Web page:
The stark moral difference between the systems on either side of the Berlin Wall was evident on June 12. Reagan and his team arrived in West Berlin and encountered some protesters who freely voiced their dissent at his appearance. He also spoke to reporters and nervous German officials who feared the fallout over an antagonistic speech. As he told them, “This is the only wall that has ever been built to keep people in, not keep people out.” In East Berlin, in contrast, the German secret police and Russian KGB agents cordoned off an area a thousand yards wide on the other side of the wall from where Reagan was to speak. They wanted to ensure that no one could hear his message of freedom.

Reagan stepped up to the podium to speak, with the Brandenburg Gate and the imposing wall in the background. He told the audience, “As long as this gate is closed, as long as this scar of a wall is permitted to stand, it is not the German question alone that remains open, but the question of freedom for all mankind.” In the middle of the speech, Reagan directly challenged Soviet General Secretary Mikhail Gorbachev, who wanted to reform communism in an attempt to save it. He delivered the line that had caused so much consternation among American and German officials: “If you seek peace, if you seek prosperity for the Soviet Union and eastern Europe, if you seek liberalization: Come here to this gate! Mr. Gorbachev, open this gate! Mr. Gorbachev, tear down this wall!” Reagan finished the speech by predicting the wall would not endure. “This wall will fall. For it cannot withstand faith; it cannot withstand truth. The wall cannot withstand freedom.” Reagan took responsibility for causing a diplomatic furor because he believed in universal ideals of freedom and self-government. And he understood the power of using a dramatic moment to promote American ideals.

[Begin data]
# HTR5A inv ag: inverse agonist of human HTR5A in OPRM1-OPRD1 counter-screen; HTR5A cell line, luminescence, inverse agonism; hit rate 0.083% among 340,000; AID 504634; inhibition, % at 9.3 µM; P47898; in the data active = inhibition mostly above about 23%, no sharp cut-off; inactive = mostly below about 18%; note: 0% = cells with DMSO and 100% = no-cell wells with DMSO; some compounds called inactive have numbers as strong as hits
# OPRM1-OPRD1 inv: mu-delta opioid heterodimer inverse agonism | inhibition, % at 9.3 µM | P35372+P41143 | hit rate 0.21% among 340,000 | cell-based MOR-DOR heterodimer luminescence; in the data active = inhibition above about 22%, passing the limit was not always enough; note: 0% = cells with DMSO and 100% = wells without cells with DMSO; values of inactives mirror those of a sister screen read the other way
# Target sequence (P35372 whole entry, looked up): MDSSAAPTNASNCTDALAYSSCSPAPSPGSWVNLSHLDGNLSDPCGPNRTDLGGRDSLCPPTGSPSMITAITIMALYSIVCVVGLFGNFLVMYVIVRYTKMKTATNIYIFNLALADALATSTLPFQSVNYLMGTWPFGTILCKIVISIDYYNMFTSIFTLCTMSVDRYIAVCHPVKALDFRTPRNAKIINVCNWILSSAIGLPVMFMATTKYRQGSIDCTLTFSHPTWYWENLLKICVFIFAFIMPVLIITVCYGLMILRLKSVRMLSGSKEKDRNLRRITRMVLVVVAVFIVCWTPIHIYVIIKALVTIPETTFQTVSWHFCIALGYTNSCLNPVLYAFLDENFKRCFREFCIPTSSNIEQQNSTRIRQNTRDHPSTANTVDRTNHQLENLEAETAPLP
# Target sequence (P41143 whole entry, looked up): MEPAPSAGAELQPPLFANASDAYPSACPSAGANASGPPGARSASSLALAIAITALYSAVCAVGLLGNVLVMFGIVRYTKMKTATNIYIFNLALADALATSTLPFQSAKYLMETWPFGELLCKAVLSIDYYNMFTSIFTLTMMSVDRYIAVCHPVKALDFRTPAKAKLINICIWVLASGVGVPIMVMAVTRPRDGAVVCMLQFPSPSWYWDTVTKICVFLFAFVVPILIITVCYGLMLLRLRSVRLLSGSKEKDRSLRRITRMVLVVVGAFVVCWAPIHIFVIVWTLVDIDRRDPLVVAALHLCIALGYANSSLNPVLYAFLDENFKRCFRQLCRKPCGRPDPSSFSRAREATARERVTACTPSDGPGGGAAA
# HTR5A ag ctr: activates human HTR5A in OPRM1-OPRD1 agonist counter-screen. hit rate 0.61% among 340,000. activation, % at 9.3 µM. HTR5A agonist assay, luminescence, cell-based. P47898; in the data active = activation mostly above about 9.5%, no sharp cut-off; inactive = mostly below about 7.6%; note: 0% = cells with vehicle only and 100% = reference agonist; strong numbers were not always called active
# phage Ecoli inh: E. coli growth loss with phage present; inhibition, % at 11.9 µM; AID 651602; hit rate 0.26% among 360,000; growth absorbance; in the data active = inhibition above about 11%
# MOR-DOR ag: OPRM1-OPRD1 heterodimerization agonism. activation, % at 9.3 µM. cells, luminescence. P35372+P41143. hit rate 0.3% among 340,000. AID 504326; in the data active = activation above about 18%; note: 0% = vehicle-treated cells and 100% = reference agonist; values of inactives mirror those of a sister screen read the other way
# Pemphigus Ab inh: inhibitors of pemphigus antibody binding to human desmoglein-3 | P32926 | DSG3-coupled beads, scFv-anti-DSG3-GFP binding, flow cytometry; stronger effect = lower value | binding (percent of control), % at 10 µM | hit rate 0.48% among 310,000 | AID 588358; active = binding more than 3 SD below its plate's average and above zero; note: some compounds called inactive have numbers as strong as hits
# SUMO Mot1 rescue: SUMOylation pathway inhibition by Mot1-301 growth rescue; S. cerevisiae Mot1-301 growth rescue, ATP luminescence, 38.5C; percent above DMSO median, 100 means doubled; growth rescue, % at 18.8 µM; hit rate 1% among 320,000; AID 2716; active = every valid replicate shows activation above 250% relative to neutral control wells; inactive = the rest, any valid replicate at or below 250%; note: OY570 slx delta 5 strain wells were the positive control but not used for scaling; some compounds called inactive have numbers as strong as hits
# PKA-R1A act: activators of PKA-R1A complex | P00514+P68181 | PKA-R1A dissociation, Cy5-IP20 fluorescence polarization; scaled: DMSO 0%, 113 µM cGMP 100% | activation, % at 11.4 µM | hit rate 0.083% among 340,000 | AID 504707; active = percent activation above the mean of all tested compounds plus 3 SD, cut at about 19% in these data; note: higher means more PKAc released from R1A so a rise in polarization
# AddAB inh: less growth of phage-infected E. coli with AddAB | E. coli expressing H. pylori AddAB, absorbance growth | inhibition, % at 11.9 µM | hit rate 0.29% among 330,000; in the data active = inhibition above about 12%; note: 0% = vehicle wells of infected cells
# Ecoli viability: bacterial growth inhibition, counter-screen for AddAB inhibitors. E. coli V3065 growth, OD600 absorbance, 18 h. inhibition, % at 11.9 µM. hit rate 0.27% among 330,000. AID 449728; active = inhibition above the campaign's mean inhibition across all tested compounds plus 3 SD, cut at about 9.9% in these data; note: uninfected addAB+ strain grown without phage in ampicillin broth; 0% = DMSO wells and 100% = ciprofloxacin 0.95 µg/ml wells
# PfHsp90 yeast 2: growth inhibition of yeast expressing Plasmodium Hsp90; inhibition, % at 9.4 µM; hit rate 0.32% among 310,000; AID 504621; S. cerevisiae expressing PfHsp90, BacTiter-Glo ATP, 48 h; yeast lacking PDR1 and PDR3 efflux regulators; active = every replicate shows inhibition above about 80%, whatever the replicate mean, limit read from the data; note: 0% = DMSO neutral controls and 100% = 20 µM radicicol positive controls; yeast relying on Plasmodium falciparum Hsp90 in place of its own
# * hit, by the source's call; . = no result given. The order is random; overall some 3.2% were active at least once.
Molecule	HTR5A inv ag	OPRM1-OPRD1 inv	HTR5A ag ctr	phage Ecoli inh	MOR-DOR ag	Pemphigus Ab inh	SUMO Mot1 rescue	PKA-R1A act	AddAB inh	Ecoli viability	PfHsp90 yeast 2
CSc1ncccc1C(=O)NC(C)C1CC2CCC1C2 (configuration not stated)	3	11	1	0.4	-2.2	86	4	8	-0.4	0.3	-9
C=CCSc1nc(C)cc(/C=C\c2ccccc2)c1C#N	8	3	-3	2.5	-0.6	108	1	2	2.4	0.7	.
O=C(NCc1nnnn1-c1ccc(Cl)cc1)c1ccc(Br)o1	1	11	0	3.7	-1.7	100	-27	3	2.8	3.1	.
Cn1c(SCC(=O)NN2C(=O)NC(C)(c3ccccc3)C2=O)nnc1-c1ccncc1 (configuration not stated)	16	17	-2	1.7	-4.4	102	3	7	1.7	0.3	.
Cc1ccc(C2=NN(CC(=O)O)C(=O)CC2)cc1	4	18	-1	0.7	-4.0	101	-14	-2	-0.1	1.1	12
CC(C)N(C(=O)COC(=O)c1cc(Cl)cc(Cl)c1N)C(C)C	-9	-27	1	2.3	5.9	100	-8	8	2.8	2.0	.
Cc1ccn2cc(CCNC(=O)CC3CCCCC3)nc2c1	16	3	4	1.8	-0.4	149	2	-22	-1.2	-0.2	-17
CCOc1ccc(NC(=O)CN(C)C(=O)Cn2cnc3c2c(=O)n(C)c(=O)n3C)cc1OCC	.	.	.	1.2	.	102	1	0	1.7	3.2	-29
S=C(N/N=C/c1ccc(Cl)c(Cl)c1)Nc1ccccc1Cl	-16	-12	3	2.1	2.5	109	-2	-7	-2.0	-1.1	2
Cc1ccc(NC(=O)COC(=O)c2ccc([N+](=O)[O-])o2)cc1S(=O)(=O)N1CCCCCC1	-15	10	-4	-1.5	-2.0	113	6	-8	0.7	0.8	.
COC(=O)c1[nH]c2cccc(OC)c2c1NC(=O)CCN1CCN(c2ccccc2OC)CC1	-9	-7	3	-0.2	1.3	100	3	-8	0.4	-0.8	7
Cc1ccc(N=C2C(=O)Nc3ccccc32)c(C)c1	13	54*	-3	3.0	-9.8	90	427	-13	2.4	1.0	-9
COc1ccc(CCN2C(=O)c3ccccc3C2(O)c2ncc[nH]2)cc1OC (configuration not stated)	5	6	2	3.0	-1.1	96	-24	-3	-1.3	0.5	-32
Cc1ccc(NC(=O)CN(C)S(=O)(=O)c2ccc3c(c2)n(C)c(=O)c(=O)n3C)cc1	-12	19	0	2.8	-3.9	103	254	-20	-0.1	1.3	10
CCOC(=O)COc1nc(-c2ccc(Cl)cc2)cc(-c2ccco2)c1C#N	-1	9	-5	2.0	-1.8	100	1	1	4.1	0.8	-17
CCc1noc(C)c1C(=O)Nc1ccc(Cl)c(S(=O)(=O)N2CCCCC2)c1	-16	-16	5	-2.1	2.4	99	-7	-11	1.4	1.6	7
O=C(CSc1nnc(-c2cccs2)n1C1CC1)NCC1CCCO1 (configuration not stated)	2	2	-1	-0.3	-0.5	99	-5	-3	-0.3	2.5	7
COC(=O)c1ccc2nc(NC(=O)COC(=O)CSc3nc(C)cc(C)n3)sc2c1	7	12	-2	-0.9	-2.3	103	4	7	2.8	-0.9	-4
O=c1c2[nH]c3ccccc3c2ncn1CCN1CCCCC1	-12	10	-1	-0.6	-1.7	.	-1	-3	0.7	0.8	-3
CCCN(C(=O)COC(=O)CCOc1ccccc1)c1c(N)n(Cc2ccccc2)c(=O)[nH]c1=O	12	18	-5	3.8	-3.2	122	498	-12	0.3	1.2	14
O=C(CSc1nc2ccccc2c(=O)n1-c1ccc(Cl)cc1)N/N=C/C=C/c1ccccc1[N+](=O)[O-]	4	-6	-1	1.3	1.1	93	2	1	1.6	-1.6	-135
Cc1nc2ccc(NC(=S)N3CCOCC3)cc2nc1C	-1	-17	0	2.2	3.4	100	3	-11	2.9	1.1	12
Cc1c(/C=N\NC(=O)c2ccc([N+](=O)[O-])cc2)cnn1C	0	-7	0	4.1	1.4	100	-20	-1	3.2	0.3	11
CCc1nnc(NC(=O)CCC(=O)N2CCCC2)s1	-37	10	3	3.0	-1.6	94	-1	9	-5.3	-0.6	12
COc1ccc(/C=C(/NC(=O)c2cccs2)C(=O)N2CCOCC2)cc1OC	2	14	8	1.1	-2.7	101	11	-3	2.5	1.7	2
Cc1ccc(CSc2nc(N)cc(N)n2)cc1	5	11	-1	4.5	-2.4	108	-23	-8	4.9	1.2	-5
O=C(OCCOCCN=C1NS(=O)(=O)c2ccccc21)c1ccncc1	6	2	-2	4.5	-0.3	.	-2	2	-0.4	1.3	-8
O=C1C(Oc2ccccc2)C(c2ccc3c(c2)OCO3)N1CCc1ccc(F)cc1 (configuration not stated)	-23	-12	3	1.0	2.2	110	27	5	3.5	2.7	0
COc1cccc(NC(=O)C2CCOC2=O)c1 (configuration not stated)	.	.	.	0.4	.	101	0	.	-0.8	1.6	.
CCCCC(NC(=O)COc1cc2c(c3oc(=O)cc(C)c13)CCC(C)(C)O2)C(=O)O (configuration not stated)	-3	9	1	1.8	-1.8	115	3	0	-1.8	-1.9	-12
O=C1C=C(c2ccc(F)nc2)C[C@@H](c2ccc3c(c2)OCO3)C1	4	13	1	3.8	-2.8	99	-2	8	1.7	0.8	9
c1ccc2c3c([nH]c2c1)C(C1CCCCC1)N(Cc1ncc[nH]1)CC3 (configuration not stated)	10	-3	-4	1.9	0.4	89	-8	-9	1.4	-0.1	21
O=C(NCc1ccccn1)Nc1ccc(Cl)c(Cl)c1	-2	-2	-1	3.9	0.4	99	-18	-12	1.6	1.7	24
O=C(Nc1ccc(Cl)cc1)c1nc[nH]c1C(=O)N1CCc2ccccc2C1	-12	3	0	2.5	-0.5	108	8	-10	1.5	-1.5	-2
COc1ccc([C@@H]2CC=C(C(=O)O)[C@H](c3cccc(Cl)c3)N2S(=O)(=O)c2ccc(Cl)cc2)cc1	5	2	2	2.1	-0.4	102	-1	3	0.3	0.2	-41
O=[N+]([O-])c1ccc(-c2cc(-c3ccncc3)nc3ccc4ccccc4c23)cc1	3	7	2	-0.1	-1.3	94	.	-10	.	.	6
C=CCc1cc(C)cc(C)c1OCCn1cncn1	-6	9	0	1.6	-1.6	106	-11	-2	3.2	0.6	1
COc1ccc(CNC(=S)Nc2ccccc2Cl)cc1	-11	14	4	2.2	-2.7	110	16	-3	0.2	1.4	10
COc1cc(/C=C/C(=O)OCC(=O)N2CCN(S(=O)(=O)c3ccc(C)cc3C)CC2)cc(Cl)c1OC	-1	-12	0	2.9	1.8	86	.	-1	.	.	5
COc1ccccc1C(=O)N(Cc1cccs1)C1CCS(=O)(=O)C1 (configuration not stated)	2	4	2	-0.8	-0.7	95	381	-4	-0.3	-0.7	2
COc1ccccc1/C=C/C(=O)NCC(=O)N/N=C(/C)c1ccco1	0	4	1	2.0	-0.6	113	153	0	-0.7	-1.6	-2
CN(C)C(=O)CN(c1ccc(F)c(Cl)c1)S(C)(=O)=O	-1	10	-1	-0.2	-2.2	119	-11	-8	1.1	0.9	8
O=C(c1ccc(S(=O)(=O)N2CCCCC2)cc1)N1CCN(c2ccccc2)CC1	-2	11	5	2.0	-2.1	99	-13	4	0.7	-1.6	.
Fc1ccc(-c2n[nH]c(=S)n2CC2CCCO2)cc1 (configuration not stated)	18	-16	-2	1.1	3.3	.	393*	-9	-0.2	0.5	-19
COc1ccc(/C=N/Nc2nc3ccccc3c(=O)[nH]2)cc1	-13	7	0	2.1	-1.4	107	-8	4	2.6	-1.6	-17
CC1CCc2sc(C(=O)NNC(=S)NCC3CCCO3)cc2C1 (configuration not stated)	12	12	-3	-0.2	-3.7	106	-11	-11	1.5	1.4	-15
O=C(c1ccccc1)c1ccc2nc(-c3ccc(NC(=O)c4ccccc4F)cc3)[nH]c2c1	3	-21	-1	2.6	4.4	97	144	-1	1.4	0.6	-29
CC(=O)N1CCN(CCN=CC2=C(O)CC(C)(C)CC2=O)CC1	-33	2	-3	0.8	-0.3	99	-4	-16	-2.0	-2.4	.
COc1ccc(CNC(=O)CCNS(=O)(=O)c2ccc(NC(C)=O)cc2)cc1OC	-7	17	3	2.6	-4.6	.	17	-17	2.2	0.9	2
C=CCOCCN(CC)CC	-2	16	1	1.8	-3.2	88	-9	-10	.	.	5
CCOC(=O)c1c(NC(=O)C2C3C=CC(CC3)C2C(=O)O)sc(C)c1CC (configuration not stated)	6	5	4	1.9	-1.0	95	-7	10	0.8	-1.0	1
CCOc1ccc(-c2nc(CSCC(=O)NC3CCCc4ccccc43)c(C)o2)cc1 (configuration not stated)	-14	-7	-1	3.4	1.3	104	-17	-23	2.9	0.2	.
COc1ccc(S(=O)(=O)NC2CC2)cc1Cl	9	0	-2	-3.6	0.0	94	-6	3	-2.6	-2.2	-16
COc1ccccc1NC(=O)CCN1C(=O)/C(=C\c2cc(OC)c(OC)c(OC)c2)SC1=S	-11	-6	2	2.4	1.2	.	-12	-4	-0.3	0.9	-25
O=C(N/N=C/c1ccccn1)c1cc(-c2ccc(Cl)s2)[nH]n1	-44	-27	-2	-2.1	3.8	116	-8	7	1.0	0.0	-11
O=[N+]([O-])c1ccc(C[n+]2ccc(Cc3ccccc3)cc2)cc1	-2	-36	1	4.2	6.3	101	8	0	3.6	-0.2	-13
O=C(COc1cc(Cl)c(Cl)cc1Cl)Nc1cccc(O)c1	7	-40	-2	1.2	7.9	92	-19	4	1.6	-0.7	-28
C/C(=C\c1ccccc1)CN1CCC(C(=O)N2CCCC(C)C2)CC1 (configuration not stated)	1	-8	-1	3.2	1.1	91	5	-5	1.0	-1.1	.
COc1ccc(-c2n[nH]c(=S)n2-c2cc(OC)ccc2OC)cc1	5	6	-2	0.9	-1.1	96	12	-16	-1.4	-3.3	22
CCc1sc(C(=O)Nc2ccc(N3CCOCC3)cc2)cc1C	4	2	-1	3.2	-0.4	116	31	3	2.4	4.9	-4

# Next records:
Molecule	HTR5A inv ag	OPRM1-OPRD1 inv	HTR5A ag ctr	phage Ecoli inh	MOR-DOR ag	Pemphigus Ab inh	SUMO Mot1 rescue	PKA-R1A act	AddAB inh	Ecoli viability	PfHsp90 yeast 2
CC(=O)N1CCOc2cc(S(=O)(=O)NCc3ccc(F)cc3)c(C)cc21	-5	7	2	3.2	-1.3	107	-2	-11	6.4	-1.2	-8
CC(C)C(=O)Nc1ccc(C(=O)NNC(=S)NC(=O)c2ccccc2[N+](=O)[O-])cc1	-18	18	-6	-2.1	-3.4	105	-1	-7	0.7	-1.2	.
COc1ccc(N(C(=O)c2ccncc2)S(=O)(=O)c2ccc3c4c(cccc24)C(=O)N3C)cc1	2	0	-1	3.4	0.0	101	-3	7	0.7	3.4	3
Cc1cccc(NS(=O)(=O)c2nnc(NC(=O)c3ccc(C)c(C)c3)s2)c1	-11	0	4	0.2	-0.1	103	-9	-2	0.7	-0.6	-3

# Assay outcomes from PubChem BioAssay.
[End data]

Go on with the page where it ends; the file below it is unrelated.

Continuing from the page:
Ronald Reagan delivers a speech in front of the Brandenburg Gate and Berlin Wall.

A year later, Reagan addressed the students at Moscow State University. “The key is freedom,” he told them. It was an ideal that had been at the core of his political philosophy and public statements for 50 years, since the dawn of the Cold War. In a statement that reflected his own sense of responsibility for defeating communism and defending freedom, he told them: “It is the right to put forth an idea, scoffed at by the experts, and watch it catch fire among the people. It is the right to dream—to follow your dream or stick to your conscience, even if you’re the only one in a sea of doubters.”

In applying military, economic, moral, and ideological pressure against the system to facilitate its collapse, Reagan was joined by British Prime Minister Margaret Thatcher, Pope John Paul II, Soviet dissident Alexander Solzhenitsyn, Solidarity leader Lech Walesa, and others who fought for democracy and freedom. No one imagined the Berlin Wall would fall only two years later on November 9, 1989, as communism collapsed across Eastern Europe, or that the Soviet Union would formerly dissolve by the end of 1991.